Poetry of ‘Takuan from Koto’

Poetry of ‘Takuan from Koto’

While the ‘Journey to the West’ is very poetic, ‘Takuan from Koto’ ventures into the poetic worlds only briefly.

Most of the verses are following the waka and tanka (see below) traditions whenever it is possible with the translation.

Tanka consist of five units (often treated as separate lines when romanized or translated) usually with the following pattern of on: 5-7-5-7-7. The 5-7-5 is called the kami-no-ku (‘upper phrase’), and the 7-7 is called the shimo-no-ku (‘lower phrase’).

On the white sand
Of the beach of a small island
In the Eastern Sea.
I, my face streaked with tears,
Am playing with a crab.

— Ishikawa Takuboku

Sour Pickled Plums

One to one lay
On the silver plate
Sour pickled plums.
Look! How can unremarkable be
a verse for a dear guest!

Form and Meaning of the Poem

Soliang admires the poetic gift of the abbot and asks him to compose a poem. The abbot, however, uses this poem to indicate excessive admiration for his modest abilities:

  • In the first lines, he refers to the most ordinary dish – pickled plums. The abbot and Soliang are sitting at a lavish meal, surrounded by various dishes, but the abbot’s attention is drawn to the most ordinary plums.
  • In the conclusion of the tanka, it is stated that the remarkable aspect of a work is not determined by its subject, nor even by the artistry of the composer, but by the recipient and the feeling with which it is composed.

Bravery of Monks

Hungry demons
Await on the road.
Monk’s travel hat helps:
Through a narrow eye slit
Fear is not seen.

Form and meaning of the poem

Soliang fears hungry weredemons and seeks the assistance of two komuso monks, who have also never encountered demons before. Therefore, the abbot offers them a way to combat their fear:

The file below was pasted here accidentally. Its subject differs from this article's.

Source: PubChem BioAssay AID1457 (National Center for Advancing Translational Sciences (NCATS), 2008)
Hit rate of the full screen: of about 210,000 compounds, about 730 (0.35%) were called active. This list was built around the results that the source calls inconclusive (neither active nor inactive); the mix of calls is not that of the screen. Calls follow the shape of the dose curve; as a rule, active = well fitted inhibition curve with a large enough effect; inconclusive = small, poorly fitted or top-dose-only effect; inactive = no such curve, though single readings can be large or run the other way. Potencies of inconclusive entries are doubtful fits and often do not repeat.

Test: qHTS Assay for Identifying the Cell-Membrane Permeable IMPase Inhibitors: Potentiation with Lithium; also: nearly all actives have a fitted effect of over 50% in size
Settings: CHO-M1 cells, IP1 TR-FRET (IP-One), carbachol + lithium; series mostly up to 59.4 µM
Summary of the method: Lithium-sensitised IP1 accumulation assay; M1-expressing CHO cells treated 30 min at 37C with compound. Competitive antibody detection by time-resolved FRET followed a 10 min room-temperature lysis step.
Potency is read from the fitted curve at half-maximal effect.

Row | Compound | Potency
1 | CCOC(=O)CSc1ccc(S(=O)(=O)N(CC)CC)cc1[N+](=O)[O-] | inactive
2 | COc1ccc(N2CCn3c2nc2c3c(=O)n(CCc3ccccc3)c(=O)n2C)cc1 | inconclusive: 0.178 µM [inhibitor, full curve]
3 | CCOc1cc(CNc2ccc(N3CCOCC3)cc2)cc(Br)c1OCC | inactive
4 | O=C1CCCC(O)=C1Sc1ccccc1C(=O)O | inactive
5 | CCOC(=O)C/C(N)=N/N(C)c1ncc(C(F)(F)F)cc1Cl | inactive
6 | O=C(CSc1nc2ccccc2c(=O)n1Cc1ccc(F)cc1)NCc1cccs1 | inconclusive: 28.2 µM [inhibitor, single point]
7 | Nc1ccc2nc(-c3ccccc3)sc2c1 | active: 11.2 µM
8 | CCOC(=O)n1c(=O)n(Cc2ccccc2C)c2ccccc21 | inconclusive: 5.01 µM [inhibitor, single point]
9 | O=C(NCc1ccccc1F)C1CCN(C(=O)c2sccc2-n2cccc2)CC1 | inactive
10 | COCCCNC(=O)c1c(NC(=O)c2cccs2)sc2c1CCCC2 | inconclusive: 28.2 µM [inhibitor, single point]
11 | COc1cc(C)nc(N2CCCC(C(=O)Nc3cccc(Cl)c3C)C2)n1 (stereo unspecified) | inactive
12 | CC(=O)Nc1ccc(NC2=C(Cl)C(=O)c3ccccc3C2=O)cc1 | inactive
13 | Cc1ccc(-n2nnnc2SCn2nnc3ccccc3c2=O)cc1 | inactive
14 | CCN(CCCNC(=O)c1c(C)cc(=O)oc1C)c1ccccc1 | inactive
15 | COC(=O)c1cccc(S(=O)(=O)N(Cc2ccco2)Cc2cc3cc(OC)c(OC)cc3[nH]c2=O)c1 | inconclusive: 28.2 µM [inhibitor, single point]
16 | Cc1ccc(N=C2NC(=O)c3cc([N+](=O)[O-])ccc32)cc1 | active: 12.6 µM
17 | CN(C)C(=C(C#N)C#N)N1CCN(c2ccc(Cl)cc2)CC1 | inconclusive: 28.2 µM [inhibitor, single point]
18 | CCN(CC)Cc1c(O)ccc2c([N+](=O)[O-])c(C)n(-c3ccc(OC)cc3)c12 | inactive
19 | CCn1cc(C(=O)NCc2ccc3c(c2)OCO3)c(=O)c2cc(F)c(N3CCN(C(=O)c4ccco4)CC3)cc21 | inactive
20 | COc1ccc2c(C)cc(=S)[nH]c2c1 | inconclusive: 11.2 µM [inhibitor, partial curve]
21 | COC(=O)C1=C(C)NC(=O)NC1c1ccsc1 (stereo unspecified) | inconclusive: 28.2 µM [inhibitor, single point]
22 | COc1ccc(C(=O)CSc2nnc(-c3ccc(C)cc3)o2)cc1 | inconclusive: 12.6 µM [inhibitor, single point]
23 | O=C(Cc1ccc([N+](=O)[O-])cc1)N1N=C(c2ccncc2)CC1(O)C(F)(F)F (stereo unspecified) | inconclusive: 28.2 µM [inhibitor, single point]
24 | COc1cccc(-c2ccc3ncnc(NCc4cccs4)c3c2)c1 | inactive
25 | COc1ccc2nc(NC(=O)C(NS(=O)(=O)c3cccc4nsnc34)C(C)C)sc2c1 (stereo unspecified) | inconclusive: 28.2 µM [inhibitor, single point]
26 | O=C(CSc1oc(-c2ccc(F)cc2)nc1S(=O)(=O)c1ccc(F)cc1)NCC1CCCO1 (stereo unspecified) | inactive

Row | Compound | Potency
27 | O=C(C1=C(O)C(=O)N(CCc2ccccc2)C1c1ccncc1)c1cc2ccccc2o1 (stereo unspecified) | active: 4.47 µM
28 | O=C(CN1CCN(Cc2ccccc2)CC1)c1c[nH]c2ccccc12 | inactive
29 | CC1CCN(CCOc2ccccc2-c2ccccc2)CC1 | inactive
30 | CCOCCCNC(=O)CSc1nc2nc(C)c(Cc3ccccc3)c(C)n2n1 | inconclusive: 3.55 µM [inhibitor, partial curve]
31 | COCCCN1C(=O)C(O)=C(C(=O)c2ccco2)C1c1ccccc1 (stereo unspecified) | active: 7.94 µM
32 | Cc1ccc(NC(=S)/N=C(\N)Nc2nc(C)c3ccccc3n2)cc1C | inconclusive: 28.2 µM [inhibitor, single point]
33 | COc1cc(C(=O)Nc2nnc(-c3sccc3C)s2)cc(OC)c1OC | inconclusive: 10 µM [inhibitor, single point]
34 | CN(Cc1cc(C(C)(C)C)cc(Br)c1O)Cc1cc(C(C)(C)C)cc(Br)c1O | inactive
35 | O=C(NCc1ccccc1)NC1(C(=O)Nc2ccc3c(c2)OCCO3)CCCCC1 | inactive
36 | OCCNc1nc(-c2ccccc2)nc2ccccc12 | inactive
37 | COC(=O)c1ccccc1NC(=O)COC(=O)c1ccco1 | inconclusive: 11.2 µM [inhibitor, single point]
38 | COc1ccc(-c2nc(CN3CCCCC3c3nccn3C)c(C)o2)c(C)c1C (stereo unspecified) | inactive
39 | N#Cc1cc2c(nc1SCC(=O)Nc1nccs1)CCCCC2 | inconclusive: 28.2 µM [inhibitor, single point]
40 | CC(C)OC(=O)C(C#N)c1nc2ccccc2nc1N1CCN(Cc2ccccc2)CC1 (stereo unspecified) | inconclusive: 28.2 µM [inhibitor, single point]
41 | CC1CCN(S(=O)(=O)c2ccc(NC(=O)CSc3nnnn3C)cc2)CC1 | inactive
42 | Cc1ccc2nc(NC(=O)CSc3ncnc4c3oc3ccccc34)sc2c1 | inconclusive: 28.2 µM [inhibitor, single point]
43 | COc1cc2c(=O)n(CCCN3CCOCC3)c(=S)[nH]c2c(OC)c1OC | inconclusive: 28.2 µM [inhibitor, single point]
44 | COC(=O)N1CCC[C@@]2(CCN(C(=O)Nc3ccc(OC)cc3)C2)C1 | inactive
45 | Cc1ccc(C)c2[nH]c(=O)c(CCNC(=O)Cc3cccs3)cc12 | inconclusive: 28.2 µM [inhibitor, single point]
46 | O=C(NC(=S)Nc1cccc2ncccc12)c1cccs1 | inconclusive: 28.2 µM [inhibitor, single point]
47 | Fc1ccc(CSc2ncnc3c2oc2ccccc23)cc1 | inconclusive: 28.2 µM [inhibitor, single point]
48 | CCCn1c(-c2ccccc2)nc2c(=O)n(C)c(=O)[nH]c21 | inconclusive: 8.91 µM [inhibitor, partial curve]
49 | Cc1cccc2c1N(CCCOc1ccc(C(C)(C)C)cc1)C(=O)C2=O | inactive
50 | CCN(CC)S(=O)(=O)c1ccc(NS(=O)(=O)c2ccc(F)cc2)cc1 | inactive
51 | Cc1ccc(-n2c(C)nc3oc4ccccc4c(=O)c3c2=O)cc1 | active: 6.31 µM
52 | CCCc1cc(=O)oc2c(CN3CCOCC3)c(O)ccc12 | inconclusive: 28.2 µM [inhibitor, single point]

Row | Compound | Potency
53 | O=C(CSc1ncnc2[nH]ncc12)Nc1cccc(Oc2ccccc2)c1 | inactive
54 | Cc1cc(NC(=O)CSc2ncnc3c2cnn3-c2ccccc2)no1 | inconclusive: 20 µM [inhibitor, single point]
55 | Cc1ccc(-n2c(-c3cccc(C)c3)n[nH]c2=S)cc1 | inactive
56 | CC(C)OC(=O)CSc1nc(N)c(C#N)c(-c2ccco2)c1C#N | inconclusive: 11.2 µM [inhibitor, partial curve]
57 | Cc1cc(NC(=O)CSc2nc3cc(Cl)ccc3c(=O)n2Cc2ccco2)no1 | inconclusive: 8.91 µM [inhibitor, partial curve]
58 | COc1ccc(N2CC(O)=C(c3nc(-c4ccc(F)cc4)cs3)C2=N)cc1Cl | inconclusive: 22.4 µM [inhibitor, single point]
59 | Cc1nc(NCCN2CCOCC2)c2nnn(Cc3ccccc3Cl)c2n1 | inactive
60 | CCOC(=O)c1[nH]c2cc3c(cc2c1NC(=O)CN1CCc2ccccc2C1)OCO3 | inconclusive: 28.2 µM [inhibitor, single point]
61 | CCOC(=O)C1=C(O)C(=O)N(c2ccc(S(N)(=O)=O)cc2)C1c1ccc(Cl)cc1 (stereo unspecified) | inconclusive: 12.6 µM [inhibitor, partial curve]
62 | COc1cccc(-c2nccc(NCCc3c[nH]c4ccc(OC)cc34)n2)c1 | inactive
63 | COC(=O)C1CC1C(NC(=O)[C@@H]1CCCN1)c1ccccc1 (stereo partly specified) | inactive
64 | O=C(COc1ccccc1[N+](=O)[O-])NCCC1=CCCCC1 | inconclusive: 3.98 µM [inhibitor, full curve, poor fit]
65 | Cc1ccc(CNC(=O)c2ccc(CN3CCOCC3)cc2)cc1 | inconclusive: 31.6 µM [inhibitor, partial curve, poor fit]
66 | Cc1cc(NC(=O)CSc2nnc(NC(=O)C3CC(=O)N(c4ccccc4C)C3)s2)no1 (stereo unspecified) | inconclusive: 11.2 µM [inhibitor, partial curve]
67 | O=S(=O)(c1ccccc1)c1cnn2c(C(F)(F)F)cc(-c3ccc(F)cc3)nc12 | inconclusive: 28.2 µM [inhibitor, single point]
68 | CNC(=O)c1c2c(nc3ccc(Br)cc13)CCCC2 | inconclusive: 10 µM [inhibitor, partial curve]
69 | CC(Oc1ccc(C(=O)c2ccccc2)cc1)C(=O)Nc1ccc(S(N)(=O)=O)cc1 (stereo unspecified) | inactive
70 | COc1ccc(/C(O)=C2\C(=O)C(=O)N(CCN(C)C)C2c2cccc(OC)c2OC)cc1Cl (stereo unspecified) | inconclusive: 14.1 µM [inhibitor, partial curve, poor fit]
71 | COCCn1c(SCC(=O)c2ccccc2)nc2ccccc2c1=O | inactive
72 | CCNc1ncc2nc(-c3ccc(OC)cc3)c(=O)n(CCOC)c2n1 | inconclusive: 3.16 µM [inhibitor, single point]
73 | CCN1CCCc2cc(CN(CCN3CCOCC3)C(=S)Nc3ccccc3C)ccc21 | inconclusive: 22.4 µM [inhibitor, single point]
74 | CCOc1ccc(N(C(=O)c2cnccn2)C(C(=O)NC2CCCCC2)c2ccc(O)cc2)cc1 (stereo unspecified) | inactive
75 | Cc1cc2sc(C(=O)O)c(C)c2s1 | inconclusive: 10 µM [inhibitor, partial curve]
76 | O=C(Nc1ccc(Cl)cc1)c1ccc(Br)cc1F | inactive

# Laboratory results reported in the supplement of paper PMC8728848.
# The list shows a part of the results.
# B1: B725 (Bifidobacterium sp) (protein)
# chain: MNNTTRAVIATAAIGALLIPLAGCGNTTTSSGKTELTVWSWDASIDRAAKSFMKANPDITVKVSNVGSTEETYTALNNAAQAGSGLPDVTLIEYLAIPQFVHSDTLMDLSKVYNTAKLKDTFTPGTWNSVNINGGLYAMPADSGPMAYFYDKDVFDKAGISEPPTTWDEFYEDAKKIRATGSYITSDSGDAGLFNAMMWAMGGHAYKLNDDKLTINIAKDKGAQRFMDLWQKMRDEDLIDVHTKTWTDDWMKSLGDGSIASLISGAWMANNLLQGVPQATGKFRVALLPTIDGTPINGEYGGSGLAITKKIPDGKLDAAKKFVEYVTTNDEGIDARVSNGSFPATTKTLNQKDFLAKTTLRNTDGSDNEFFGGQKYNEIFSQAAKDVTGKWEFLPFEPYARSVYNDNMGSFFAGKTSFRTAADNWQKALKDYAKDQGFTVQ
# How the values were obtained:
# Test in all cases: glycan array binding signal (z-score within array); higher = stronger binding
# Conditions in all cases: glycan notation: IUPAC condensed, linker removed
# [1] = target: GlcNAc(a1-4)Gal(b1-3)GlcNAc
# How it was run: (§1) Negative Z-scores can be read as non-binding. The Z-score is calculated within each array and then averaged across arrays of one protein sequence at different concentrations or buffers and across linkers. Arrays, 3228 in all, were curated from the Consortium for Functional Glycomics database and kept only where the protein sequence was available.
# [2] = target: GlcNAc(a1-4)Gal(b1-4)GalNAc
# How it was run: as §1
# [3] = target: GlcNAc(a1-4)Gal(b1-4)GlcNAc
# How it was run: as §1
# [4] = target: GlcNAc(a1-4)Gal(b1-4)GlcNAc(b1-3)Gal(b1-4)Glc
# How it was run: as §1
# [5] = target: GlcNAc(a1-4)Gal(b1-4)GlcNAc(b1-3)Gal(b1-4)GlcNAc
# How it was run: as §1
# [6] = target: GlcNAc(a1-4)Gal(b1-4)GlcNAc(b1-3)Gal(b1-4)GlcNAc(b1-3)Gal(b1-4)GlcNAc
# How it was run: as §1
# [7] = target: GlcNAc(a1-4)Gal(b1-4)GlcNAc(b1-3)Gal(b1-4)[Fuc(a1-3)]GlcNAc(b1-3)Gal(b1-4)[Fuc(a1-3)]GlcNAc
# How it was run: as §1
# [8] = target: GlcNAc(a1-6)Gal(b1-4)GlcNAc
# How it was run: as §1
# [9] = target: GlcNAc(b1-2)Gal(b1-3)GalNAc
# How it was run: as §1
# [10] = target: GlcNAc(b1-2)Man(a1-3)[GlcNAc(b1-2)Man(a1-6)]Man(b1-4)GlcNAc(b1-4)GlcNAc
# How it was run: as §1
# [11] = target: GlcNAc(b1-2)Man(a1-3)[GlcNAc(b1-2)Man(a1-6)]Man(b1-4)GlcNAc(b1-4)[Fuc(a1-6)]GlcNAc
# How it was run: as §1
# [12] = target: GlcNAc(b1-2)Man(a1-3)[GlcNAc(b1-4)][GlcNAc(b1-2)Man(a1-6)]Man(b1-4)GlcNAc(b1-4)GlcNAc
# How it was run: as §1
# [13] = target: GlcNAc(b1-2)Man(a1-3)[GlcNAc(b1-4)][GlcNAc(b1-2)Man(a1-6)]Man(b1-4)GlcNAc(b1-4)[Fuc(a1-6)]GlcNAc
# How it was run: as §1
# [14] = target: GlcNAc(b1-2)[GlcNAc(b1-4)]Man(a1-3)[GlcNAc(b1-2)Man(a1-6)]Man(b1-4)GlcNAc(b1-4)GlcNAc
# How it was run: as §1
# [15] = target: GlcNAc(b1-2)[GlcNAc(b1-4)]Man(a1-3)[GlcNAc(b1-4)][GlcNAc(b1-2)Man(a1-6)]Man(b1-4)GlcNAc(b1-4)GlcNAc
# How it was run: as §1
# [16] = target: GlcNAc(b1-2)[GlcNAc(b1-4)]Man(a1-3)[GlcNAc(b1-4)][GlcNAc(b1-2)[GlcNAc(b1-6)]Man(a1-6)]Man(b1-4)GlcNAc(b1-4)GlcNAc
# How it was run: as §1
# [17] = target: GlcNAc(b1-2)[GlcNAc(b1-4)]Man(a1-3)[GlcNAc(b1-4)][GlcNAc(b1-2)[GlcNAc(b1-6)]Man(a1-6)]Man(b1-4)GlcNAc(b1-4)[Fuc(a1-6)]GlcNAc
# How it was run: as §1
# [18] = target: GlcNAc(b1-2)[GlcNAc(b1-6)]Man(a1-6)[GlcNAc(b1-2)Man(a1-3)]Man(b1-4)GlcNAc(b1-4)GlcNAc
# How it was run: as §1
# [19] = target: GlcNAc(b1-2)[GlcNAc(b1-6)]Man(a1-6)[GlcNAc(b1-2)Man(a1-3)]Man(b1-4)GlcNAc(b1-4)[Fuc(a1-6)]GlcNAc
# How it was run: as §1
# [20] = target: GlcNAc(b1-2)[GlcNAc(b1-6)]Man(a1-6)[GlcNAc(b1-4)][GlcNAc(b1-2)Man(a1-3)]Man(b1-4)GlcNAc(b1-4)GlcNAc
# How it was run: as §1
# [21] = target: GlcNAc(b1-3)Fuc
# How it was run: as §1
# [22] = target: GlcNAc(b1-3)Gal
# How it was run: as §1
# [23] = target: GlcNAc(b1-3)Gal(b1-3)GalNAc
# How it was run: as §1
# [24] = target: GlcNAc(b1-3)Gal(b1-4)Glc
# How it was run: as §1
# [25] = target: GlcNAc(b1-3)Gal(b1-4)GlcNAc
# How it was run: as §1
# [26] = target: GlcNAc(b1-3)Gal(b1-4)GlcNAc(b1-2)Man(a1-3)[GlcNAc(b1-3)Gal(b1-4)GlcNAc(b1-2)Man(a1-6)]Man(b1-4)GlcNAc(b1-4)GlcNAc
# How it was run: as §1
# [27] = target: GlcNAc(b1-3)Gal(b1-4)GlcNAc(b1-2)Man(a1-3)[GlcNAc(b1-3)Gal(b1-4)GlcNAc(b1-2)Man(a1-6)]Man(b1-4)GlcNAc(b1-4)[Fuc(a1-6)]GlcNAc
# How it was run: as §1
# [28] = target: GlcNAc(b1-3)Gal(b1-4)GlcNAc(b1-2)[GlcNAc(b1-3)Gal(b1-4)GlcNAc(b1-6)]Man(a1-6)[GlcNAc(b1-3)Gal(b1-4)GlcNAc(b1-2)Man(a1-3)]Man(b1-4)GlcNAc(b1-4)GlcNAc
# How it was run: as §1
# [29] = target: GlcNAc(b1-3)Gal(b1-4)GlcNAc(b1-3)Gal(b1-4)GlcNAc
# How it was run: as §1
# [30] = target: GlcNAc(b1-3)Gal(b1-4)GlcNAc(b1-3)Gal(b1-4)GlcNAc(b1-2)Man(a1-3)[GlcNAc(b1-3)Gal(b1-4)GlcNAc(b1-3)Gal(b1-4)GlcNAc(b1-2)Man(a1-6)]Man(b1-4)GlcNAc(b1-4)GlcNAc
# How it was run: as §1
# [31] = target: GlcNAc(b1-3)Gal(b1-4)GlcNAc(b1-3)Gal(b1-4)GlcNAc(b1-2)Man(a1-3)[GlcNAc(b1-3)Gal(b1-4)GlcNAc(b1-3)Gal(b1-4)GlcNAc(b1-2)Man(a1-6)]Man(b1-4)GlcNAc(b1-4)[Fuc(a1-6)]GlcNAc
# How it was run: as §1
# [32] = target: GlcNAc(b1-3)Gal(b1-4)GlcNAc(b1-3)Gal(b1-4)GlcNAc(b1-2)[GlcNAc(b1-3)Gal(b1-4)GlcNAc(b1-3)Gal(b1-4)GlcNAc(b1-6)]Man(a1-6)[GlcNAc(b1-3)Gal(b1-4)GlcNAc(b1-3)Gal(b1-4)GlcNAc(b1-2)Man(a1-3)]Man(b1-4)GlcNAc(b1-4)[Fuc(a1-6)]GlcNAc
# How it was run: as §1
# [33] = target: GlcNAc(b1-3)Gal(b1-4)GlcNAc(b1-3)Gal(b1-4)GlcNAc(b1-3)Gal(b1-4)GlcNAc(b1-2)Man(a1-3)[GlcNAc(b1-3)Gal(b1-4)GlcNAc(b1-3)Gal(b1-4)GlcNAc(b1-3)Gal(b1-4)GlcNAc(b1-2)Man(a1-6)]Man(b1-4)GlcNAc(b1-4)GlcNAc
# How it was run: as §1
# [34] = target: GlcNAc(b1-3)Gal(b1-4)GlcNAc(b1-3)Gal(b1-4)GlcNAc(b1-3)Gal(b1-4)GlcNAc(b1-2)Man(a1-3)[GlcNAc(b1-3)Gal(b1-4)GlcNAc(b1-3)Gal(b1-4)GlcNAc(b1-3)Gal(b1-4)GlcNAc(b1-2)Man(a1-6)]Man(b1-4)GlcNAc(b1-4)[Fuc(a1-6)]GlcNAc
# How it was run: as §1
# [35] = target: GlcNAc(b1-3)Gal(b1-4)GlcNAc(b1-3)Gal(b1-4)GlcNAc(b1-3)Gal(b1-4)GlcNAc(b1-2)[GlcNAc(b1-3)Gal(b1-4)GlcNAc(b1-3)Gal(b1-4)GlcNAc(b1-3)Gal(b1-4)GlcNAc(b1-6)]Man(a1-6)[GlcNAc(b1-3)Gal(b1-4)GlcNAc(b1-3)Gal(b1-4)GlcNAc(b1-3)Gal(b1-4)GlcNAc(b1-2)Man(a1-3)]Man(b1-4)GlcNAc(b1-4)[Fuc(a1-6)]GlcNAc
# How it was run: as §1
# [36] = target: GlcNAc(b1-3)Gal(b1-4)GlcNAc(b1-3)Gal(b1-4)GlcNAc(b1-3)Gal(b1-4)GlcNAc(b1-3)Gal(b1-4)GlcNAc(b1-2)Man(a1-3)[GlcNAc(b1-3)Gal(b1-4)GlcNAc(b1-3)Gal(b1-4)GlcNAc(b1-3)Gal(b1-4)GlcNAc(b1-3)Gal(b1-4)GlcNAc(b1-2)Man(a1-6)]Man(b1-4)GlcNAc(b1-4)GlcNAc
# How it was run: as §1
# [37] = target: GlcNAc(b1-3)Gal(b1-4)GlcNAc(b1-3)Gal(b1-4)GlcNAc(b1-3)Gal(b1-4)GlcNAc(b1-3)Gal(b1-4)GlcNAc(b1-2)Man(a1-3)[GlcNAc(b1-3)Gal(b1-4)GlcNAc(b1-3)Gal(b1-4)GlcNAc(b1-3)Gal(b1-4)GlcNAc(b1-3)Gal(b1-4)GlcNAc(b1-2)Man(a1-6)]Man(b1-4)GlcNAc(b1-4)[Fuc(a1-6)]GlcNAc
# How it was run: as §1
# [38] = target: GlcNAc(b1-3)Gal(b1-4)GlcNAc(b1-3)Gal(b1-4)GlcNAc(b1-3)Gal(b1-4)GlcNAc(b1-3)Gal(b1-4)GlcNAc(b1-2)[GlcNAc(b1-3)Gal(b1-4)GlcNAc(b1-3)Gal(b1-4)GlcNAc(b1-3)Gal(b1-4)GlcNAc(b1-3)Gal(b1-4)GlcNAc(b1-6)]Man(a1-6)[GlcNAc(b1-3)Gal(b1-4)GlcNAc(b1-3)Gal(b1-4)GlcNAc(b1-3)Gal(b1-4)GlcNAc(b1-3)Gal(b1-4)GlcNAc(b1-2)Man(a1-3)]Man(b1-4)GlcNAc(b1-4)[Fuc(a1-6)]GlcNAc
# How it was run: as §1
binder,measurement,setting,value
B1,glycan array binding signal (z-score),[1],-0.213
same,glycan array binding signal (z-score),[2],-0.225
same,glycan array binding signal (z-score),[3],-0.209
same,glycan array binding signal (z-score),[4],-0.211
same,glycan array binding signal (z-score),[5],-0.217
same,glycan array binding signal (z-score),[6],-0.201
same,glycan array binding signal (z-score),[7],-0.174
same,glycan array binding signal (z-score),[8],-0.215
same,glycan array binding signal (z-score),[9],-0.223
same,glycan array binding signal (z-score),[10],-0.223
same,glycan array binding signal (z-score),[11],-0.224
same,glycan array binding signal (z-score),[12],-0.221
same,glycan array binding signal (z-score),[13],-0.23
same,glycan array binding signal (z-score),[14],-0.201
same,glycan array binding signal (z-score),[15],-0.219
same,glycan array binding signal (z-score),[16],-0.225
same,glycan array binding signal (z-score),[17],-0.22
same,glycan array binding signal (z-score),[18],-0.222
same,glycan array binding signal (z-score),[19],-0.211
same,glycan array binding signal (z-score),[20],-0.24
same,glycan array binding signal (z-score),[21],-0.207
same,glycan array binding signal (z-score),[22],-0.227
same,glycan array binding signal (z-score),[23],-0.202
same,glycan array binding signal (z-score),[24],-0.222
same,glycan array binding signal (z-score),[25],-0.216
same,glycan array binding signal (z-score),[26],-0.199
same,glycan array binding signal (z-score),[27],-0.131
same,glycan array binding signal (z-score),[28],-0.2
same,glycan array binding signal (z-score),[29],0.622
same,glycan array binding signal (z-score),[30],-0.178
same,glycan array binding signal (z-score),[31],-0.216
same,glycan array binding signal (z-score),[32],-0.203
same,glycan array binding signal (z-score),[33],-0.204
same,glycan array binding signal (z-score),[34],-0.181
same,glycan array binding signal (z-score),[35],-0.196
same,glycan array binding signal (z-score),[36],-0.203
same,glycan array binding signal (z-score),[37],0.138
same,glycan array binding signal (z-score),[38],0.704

• On the heads of the komuso monks are straw hats that completely cover their faces. The abbot suggests using these hats as protection against the demons.
  • But can a mere straw hat shield them from hungry demon-werewolves or even ordinary bandits? Certainly not. The hat serves a dual purpose:
  • on one hand, it obscures the monk’s vision, helping them focus on what lies ahead;
  • on the other hand, the face hidden beneath the hat, distorted by fear, remains unseen by others.

Don’t Ever Forget

On the mountain slopes next to the Silent Sea,
Where the waters of the Yellow River wash away the sand
Between the Monastery of the Pointed Peaks and Mountain White,
Bog oak gates lead to a forest full of silence.
Follow the hyacinth path
And it will guide you to the majestic rock.
Don’t let the stone stop you,
Put your step in without any fear.
In the heart of the mountain I placed myself
A skin full of sour wine.
Where wisdom follows youth
For regret there is no reason.
Don’t ever forget, Sogi!

Meaning and Form of the Poem

Yanwang Umma-ö can hardly be called a great poet, so his poem turned out to be unrefined: he straightforwardly points out the signs that should help him find the way to his own secret hideout. He himself feels that the poem has turned out too simple and tries to rectify it by adding pompous imagery to the text.

In the final lines, Yanwang decides that he has said enough. Fearing to directly reveal what is in the secret repository, he concludes the poem with a quotation from a poet known to him.

If you want to know a little more about how the ‘Takuan from Koto’ was written, you must visit the Makipedia.

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Jamie Larson